Dr. Lynn Fairbanks has been director of the Center for Primate Neuroethology and director of the Vervet Research Colony since 2000. She is a member of the board of directors and chair of the research committee for the UCLA Center for Culture, Brain and Development and serves as a statistical consultant for the UCLA Alzheimer's Disease Research Center.
Dr. Fairbanks received her Ph.D. in psychology from the University of Washington in 1974, with a specialty in animal behavior. She came to UCLA as a research psychologist in 1975, and joined the faculty as a Professor in the Department of Psychiatry and Biobehavioral Sciences in 2000. Nationally she has served on the editorial board of several prestigious journals in animal behavior (Animal Behaviour, Behaviour, American Journal of Primatology), and as reviewer for NIH, NSF, Leakey Foundation, Guggenheim Foundation and for numerous journals in the field of biobehavioral development.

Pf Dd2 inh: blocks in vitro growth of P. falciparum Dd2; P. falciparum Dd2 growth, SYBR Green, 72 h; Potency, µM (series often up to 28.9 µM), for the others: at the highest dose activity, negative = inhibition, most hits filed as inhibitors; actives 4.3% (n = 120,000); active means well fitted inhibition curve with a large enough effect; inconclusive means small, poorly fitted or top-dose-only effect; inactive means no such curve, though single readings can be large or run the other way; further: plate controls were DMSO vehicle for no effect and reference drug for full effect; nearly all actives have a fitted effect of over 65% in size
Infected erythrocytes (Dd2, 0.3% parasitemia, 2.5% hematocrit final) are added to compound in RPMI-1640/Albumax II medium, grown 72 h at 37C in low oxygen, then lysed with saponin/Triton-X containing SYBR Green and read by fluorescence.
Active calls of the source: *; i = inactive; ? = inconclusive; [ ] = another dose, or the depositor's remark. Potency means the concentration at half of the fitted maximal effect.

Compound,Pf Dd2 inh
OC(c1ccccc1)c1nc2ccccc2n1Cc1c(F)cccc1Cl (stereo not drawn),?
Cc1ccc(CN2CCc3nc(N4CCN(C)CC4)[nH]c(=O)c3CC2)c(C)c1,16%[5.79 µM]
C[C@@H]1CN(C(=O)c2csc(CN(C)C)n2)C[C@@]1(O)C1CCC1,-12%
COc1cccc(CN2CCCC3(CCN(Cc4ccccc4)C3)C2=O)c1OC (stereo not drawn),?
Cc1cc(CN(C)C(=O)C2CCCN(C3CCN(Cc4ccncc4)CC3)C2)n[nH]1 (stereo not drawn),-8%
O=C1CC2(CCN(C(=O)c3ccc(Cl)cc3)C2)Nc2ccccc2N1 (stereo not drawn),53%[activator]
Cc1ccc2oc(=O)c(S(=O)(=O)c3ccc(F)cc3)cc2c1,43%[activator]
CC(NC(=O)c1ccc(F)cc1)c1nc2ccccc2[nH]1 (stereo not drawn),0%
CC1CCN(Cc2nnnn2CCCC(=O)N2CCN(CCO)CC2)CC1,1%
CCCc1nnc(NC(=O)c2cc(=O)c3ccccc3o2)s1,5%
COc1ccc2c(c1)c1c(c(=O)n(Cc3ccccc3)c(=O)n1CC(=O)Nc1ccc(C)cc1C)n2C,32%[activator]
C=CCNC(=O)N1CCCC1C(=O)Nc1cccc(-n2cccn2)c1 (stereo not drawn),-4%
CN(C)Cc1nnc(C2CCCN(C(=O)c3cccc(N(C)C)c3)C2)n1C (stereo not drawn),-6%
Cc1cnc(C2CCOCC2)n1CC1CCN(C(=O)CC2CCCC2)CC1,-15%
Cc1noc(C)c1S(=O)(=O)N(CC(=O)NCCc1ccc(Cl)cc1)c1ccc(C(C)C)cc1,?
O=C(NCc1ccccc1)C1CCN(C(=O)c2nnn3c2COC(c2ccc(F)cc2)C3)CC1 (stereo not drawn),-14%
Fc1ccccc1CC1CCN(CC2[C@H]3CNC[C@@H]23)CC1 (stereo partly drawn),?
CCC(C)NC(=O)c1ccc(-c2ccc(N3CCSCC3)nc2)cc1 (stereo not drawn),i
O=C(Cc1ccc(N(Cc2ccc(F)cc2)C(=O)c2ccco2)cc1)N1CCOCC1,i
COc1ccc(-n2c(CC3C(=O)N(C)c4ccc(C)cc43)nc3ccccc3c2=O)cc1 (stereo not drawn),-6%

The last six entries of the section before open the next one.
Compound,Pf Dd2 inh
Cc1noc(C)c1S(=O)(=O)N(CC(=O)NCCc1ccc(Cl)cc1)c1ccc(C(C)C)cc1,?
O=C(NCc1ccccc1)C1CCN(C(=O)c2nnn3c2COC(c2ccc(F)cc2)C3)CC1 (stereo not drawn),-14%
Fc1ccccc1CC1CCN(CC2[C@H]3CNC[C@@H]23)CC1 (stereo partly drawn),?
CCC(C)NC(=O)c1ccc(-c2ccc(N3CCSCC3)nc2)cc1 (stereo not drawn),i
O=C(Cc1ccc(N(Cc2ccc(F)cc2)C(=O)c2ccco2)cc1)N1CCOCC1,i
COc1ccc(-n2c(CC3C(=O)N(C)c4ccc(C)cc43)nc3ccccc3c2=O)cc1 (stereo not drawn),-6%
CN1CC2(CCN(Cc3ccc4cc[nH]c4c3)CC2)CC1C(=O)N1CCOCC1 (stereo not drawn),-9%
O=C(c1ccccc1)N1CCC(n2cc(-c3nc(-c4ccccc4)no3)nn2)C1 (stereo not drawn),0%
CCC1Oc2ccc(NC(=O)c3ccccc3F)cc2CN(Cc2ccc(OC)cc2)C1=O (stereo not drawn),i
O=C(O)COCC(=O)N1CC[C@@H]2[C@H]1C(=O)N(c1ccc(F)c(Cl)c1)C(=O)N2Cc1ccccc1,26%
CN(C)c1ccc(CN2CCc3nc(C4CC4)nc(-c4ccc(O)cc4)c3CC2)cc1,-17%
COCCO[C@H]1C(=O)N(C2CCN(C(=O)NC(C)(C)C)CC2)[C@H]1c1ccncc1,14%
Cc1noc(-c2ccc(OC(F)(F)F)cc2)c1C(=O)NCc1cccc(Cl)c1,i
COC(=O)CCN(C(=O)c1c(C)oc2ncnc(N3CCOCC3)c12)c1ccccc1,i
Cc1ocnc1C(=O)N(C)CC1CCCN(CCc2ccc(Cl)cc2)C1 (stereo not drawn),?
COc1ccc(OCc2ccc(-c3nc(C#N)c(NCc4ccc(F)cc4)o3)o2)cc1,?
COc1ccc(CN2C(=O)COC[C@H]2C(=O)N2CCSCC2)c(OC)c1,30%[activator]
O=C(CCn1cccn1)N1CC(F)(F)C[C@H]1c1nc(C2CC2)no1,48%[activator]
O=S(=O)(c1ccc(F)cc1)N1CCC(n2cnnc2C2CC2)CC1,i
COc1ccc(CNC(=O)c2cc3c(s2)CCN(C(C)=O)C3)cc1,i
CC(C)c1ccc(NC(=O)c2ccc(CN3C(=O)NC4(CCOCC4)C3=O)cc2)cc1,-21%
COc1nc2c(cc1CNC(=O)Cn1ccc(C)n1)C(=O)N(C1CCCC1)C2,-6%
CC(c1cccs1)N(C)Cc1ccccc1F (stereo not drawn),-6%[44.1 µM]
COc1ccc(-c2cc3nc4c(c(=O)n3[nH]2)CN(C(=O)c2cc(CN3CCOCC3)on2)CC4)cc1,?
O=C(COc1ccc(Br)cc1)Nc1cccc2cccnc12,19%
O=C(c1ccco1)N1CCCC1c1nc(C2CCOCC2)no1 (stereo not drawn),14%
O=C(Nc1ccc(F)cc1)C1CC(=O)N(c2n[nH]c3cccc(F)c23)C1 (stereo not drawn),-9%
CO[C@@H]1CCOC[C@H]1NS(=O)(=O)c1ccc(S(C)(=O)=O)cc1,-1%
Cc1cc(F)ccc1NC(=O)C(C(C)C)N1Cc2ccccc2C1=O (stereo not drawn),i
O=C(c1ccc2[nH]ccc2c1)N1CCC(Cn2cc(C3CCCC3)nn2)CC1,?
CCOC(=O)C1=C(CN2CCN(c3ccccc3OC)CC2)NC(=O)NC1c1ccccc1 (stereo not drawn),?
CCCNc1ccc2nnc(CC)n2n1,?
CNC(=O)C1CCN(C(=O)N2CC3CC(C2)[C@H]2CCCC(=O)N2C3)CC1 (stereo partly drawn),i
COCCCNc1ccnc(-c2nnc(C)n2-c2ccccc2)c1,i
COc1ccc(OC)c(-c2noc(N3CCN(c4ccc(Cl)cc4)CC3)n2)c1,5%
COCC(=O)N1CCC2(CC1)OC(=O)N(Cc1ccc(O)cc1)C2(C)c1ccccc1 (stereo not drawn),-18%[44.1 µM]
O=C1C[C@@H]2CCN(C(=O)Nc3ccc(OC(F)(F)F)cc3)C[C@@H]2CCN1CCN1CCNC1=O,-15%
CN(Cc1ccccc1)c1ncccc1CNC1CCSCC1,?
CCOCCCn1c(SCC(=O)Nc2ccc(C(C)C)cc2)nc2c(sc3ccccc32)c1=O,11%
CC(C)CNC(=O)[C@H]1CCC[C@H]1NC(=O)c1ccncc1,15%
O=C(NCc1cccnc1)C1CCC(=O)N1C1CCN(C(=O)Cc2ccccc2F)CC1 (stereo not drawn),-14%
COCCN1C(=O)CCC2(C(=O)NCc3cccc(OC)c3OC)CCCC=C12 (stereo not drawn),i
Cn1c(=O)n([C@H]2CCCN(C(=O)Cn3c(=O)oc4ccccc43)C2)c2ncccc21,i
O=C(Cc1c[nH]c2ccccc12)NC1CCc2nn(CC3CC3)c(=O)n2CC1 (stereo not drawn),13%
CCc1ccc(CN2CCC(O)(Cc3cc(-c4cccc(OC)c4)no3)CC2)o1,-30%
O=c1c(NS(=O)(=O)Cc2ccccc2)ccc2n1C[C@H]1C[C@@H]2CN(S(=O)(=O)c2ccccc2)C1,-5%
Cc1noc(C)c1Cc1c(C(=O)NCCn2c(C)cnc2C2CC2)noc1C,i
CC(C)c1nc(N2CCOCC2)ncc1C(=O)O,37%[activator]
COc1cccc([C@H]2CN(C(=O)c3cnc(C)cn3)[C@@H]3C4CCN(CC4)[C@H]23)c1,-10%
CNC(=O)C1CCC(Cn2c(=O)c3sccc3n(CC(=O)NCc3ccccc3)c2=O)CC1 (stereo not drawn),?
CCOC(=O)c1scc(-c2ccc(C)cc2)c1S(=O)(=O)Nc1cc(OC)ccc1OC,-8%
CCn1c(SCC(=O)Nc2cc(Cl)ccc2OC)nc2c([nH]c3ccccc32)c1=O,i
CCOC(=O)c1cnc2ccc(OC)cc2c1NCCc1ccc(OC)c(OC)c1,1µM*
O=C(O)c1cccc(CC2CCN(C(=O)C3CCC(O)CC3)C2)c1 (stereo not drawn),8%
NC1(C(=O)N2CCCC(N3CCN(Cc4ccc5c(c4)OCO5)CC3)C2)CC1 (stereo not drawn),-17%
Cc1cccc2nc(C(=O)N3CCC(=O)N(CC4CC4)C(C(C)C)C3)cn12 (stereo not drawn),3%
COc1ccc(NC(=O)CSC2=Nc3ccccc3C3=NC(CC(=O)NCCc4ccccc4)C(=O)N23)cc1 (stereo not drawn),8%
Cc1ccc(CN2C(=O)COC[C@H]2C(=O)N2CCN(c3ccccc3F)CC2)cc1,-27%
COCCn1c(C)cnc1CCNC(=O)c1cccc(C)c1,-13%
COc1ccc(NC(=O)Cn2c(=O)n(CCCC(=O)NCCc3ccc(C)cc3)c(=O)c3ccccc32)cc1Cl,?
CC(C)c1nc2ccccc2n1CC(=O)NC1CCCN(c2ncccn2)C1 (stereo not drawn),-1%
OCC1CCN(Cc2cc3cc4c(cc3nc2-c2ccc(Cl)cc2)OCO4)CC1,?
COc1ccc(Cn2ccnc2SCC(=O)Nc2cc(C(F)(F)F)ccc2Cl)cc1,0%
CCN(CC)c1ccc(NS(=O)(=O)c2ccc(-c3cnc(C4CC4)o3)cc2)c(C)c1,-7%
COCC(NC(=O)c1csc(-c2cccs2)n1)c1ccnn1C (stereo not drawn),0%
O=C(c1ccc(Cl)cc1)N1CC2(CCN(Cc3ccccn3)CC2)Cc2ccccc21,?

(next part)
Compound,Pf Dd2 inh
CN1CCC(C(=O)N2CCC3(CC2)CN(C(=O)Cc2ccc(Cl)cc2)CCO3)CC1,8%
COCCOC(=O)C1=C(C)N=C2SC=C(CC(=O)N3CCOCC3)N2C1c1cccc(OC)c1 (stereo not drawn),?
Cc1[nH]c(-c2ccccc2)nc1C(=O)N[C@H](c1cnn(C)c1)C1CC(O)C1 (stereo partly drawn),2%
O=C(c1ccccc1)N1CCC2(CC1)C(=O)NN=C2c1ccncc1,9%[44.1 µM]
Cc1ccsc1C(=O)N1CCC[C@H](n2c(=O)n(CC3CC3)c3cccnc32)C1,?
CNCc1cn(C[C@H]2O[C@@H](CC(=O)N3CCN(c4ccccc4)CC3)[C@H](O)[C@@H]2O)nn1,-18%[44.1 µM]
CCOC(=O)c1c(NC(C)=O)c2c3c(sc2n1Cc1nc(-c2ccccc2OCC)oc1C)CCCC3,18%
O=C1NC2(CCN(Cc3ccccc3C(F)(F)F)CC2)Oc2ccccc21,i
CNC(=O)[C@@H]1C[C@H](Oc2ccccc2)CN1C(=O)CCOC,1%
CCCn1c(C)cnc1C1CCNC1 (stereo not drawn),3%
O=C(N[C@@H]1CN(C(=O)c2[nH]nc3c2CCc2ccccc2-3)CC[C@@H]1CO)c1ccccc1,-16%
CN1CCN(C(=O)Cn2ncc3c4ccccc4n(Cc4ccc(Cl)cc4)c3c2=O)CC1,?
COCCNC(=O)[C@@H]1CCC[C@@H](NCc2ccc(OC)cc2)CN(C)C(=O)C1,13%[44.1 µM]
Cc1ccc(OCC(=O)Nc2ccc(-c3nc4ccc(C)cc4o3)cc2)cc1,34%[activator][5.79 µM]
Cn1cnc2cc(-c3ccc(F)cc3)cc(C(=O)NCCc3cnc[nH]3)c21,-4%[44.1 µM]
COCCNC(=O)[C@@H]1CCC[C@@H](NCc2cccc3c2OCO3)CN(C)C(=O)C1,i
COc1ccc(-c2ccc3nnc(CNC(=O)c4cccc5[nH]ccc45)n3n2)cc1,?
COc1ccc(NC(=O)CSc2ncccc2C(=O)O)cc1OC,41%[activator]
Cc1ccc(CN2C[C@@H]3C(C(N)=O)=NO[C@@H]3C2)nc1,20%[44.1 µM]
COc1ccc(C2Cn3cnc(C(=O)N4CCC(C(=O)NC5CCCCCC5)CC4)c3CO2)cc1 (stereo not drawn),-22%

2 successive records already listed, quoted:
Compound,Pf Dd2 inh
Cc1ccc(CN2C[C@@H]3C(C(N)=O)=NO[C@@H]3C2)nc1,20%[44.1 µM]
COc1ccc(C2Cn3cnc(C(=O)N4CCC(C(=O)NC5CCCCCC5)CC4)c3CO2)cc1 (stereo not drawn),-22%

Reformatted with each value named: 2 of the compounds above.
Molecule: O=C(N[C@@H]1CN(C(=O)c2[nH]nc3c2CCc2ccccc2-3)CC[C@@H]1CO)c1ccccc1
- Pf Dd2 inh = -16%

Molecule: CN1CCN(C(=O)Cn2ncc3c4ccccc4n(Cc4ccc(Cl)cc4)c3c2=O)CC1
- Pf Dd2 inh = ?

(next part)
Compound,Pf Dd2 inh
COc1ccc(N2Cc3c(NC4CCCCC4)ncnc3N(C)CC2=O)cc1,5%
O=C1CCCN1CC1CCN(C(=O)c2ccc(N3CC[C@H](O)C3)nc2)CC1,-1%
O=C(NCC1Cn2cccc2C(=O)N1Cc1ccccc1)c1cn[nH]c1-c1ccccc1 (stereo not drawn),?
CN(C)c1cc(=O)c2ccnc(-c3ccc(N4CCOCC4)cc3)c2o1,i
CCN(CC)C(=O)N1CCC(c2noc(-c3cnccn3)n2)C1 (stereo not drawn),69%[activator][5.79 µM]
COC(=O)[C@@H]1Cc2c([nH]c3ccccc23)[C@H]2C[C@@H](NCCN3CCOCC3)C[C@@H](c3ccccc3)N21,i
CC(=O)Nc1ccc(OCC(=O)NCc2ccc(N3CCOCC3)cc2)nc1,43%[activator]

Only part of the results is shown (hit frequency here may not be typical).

As director of the vervet research colony, Dr. Fairbanks has initiated a program of research to develop the vervet monkey and the Vervet Research Colony (VRC) pedigree as a resource for biobehavioral and biomedical research. The vervets at the VRC are housed in large multigenerational matrilineal social groups that allow the development of individual differences in biobehavioral traits within the context of normal social development. In her current research, Dr. Fairbanks is combining her long-term interest in the development of individual differences with the newly constructed genetics resources of the VRC to identify genetic, maternal and neurobiological contributions to variation in traits related to vulnerability for psychopathology. Toward this aim, Dr. Fairbanks has established collaborations with colleagues in cognition, neurochemistry, neuroanatomy, pharmacology and genetics, and has developed standardized behavioral methods to characterize individual differences in large numbers of socially living monkeys. The long-term goal of this research program is to provide new insights into developmental and genetic contributions to traits such as impulsivity, anxiety, sociability and aggressiveness that influence the quality of life and create risk for psychopathology in people.
Does this profile need updating? Contact Us